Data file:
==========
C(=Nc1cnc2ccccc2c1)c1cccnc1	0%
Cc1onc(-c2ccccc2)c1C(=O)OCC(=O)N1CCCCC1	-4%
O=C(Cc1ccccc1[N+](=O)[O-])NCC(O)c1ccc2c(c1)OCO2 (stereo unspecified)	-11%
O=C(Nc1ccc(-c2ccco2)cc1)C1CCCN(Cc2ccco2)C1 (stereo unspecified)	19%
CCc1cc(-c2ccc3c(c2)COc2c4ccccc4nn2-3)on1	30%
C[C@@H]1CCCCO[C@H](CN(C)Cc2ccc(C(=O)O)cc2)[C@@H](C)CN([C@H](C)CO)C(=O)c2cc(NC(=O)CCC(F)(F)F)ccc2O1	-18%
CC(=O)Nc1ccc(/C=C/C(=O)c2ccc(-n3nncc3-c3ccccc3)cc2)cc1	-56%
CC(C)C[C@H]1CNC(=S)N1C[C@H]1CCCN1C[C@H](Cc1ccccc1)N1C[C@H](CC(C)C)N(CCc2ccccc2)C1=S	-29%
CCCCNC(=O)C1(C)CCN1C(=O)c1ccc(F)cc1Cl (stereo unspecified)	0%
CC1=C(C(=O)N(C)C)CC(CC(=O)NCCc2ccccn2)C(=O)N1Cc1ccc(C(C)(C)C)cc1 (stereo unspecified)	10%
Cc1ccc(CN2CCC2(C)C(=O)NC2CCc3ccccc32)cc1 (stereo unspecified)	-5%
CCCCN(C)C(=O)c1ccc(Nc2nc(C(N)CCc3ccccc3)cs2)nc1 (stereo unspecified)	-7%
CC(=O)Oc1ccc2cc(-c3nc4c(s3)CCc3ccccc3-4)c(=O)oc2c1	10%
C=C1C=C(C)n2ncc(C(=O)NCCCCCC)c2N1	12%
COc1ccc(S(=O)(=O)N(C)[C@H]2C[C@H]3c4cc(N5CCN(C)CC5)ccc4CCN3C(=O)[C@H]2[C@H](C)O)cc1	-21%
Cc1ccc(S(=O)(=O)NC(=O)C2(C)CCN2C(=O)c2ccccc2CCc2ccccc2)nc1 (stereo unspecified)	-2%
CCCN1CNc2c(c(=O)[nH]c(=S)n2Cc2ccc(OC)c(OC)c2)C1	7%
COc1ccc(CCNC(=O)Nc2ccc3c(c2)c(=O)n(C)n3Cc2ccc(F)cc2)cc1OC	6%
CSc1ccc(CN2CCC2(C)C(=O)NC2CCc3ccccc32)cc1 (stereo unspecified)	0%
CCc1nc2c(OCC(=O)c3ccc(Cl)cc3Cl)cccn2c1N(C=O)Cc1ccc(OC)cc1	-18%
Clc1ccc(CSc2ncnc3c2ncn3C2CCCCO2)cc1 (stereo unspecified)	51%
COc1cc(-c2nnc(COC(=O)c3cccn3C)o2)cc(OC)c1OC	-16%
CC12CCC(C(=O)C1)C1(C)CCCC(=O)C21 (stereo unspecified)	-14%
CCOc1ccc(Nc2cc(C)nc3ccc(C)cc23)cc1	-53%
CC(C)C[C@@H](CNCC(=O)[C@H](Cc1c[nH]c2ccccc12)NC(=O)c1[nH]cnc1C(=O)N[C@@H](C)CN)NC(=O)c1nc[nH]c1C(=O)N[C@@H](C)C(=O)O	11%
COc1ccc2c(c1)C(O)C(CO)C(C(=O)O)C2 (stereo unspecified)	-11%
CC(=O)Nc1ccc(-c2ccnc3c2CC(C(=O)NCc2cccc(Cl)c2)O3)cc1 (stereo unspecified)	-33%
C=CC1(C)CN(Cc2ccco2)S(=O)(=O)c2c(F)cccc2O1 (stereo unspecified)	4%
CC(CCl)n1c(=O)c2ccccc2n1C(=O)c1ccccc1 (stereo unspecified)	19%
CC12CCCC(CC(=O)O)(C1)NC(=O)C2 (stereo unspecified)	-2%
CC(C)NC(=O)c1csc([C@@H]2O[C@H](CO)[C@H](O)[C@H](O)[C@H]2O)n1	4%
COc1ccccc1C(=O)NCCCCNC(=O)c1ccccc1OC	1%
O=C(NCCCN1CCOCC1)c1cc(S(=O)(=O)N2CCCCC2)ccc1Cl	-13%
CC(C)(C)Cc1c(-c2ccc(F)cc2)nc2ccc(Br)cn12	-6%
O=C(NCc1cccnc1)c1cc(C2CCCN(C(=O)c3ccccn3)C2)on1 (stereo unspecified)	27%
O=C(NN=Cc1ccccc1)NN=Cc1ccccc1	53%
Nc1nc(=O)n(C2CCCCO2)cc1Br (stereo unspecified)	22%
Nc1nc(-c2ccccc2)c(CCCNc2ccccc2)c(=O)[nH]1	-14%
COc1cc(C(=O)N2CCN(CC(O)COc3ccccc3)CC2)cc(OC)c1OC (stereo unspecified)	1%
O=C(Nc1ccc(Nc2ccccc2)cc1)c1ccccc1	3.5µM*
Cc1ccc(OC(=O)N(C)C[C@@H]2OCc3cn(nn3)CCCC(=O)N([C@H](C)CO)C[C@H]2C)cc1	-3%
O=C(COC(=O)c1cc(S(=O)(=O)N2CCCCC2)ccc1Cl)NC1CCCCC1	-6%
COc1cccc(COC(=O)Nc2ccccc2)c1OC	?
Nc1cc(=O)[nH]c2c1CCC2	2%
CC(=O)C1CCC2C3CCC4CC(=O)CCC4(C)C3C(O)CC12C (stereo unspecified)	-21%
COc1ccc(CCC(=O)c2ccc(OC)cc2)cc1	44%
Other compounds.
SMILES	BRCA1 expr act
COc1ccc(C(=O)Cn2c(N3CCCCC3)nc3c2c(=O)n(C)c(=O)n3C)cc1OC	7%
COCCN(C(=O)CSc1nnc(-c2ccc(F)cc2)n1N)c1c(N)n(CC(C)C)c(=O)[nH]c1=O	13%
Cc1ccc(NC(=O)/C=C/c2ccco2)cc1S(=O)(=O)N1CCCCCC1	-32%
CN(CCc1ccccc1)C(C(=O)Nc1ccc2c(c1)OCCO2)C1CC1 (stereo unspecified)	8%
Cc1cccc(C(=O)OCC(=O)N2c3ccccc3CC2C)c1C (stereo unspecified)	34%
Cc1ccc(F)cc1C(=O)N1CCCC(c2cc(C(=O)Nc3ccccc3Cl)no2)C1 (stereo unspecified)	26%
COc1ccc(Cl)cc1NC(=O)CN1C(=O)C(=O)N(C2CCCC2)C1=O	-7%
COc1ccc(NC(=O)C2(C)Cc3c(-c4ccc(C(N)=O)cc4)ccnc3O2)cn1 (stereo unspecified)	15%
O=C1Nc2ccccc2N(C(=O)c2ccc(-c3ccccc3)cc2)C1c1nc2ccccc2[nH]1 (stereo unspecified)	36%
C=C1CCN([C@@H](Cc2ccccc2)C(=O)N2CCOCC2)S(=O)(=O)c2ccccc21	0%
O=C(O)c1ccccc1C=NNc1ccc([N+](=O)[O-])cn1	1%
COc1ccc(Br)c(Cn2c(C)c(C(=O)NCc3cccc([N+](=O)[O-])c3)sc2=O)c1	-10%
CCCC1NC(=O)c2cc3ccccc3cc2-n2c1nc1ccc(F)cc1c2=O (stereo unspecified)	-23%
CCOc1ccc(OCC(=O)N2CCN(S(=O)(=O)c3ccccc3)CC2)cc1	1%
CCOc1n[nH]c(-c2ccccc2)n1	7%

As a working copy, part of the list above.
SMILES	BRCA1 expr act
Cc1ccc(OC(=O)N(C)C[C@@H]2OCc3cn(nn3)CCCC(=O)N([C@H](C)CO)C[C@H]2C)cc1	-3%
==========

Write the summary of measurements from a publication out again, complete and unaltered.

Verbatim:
C(=Nc1cnc2ccccc2c1)c1cccnc1	0%
Cc1onc(-c2ccccc2)c1C(=O)OCC(=O)N1CCCCC1	-4%
O=C(Cc1ccccc1[N+](=O)[O-])NCC(O)c1ccc2c(c1)OCO2 (stereo unspecified)	-11%
O=C(Nc1ccc(-c2ccco2)cc1)C1CCCN(Cc2ccco2)C1 (stereo unspecified)	19%
CCc1cc(-c2ccc3c(c2)COc2c4ccccc4nn2-3)on1	30%
C[C@@H]1CCCCO[C@H](CN(C)Cc2ccc(C(=O)O)cc2)[C@@H](C)CN([C@H](C)CO)C(=O)c2cc(NC(=O)CCC(F)(F)F)ccc2O1	-18%
CC(=O)Nc1ccc(/C=C/C(=O)c2ccc(-n3nncc3-c3ccccc3)cc2)cc1	-56%
CC(C)C[C@H]1CNC(=S)N1C[C@H]1CCCN1C[C@H](Cc1ccccc1)N1C[C@H](CC(C)C)N(CCc2ccccc2)C1=S	-29%
CCCCNC(=O)C1(C)CCN1C(=O)c1ccc(F)cc1Cl (stereo unspecified)	0%
CC1=C(C(=O)N(C)C)CC(CC(=O)NCCc2ccccn2)C(=O)N1Cc1ccc(C(C)(C)C)cc1 (stereo unspecified)	10%
Cc1ccc(CN2CCC2(C)C(=O)NC2CCc3ccccc32)cc1 (stereo unspecified)	-5%
CCCCN(C)C(=O)c1ccc(Nc2nc(C(N)CCc3ccccc3)cs2)nc1 (stereo unspecified)	-7%
CC(=O)Oc1ccc2cc(-c3nc4c(s3)CCc3ccccc3-4)c(=O)oc2c1	10%
C=C1C=C(C)n2ncc(C(=O)NCCCCCC)c2N1	12%
COc1ccc(S(=O)(=O)N(C)[C@H]2C[C@H]3c4cc(N5CCN(C)CC5)ccc4CCN3C(=O)[C@H]2[C@H](C)O)cc1	-21%
Cc1ccc(S(=O)(=O)NC(=O)C2(C)CCN2C(=O)c2ccccc2CCc2ccccc2)nc1 (stereo unspecified)	-2%
CCCN1CNc2c(c(=O)[nH]c(=S)n2Cc2ccc(OC)c(OC)c2)C1	7%
COc1ccc(CCNC(=O)Nc2ccc3c(c2)c(=O)n(C)n3Cc2ccc(F)cc2)cc1OC	6%
CSc1ccc(CN2CCC2(C)C(=O)NC2CCc3ccccc32)cc1 (stereo unspecified)	0%
CCc1nc2c(OCC(=O)c3ccc(Cl)cc3Cl)cccn2c1N(C=O)Cc1ccc(OC)cc1	-18%
Clc1ccc(CSc2ncnc3c2ncn3C2CCCCO2)cc1 (stereo unspecified)	51%
COc1cc(-c2nnc(COC(=O)c3cccn3C)o2)cc(OC)c1OC	-16%
CC12CCC(C(=O)C1)C1(C)CCCC(=O)C21 (stereo unspecified)	-14%
CCOc1ccc(Nc2cc(C)nc3ccc(C)cc23)cc1	-53%
CC(C)C[C@@H](CNCC(=O)[C@H](Cc1c[nH]c2ccccc12)NC(=O)c1[nH]cnc1C(=O)N[C@@H](C)CN)NC(=O)c1nc[nH]c1C(=O)N[C@@H](C)C(=O)O	11%
COc1ccc2c(c1)C(O)C(CO)C(C(=O)O)C2 (stereo unspecified)	-11%
CC(=O)Nc1ccc(-c2ccnc3c2CC(C(=O)NCc2cccc(Cl)c2)O3)cc1 (stereo unspecified)	-33%
C=CC1(C)CN(Cc2ccco2)S(=O)(=O)c2c(F)cccc2O1 (stereo unspecified)	4%
CC(CCl)n1c(=O)c2ccccc2n1C(=O)c1ccccc1 (stereo unspecified)	19%
CC12CCCC(CC(=O)O)(C1)NC(=O)C2 (stereo unspecified)	-2%
CC(C)NC(=O)c1csc([C@@H]2O[C@H](CO)[C@H](O)[C@H](O)[C@H]2O)n1	4%
COc1ccccc1C(=O)NCCCCNC(=O)c1ccccc1OC	1%
O=C(NCCCN1CCOCC1)c1cc(S(=O)(=O)N2CCCCC2)ccc1Cl	-13%
CC(C)(C)Cc1c(-c2ccc(F)cc2)nc2ccc(Br)cn12	-6%
O=C(NCc1cccnc1)c1cc(C2CCCN(C(=O)c3ccccn3)C2)on1 (stereo unspecified)	27%
O=C(NN=Cc1ccccc1)NN=Cc1ccccc1	53%
Nc1nc(=O)n(C2CCCCO2)cc1Br (stereo unspecified)	22%
Nc1nc(-c2ccccc2)c(CCCNc2ccccc2)c(=O)[nH]1	-14%
COc1cc(C(=O)N2CCN(CC(O)COc3ccccc3)CC2)cc(OC)c1OC (stereo unspecified)	1%
O=C(Nc1ccc(Nc2ccccc2)cc1)c1ccccc1	3.5µM*
Cc1ccc(OC(=O)N(C)C[C@@H]2OCc3cn(nn3)CCCC(=O)N([C@H](C)CO)C[C@H]2C)cc1	-3%
O=C(COC(=O)c1cc(S(=O)(=O)N2CCCCC2)ccc1Cl)NC1CCCCC1	-6%
COc1cccc(COC(=O)Nc2ccccc2)c1OC	?
Nc1cc(=O)[nH]c2c1CCC2	2%
CC(=O)C1CCC2C3CCC4CC(=O)CCC4(C)C3C(O)CC12C (stereo unspecified)	-21%
COc1ccc(CCC(=O)c2ccc(OC)cc2)cc1	44%
Other compounds.
SMILES	BRCA1 expr act
COc1ccc(C(=O)Cn2c(N3CCCCC3)nc3c2c(=O)n(C)c(=O)n3C)cc1OC	7%
COCCN(C(=O)CSc1nnc(-c2ccc(F)cc2)n1N)c1c(N)n(CC(C)C)c(=O)[nH]c1=O	13%
Cc1ccc(NC(=O)/C=C/c2ccco2)cc1S(=O)(=O)N1CCCCCC1	-32%
CN(CCc1ccccc1)C(C(=O)Nc1ccc2c(c1)OCCO2)C1CC1 (stereo unspecified)	8%
Cc1cccc(C(=O)OCC(=O)N2c3ccccc3CC2C)c1C (stereo unspecified)	34%
Cc1ccc(F)cc1C(=O)N1CCCC(c2cc(C(=O)Nc3ccccc3Cl)no2)C1 (stereo unspecified)	26%
COc1ccc(Cl)cc1NC(=O)CN1C(=O)C(=O)N(C2CCCC2)C1=O	-7%
COc1ccc(NC(=O)C2(C)Cc3c(-c4ccc(C(N)=O)cc4)ccnc3O2)cn1 (stereo unspecified)	15%
O=C1Nc2ccccc2N(C(=O)c2ccc(-c3ccccc3)cc2)C1c1nc2ccccc2[nH]1 (stereo unspecified)	36%
C=C1CCN([C@@H](Cc2ccccc2)C(=O)N2CCOCC2)S(=O)(=O)c2ccccc21	0%
O=C(O)c1ccccc1C=NNc1ccc([N+](=O)[O-])cn1	1%
COc1ccc(Br)c(Cn2c(C)c(C(=O)NCc3cccc([N+](=O)[O-])c3)sc2=O)c1	-10%
CCCC1NC(=O)c2cc3ccccc3cc2-n2c1nc1ccc(F)cc1c2=O (stereo unspecified)	-23%
CCOc1ccc(OCC(=O)N2CCN(S(=O)(=O)c3ccccc3)CC2)cc1	1%
CCOc1n[nH]c(-c2ccccc2)n1	7%

As a working copy, part of the list above.
SMILES	BRCA1 expr act
Cc1ccc(OC(=O)N(C)C[C@@H]2OCc3cn(nn3)CCCC(=O)N([C@H](C)CO)C[C@H]2C)cc1	-3%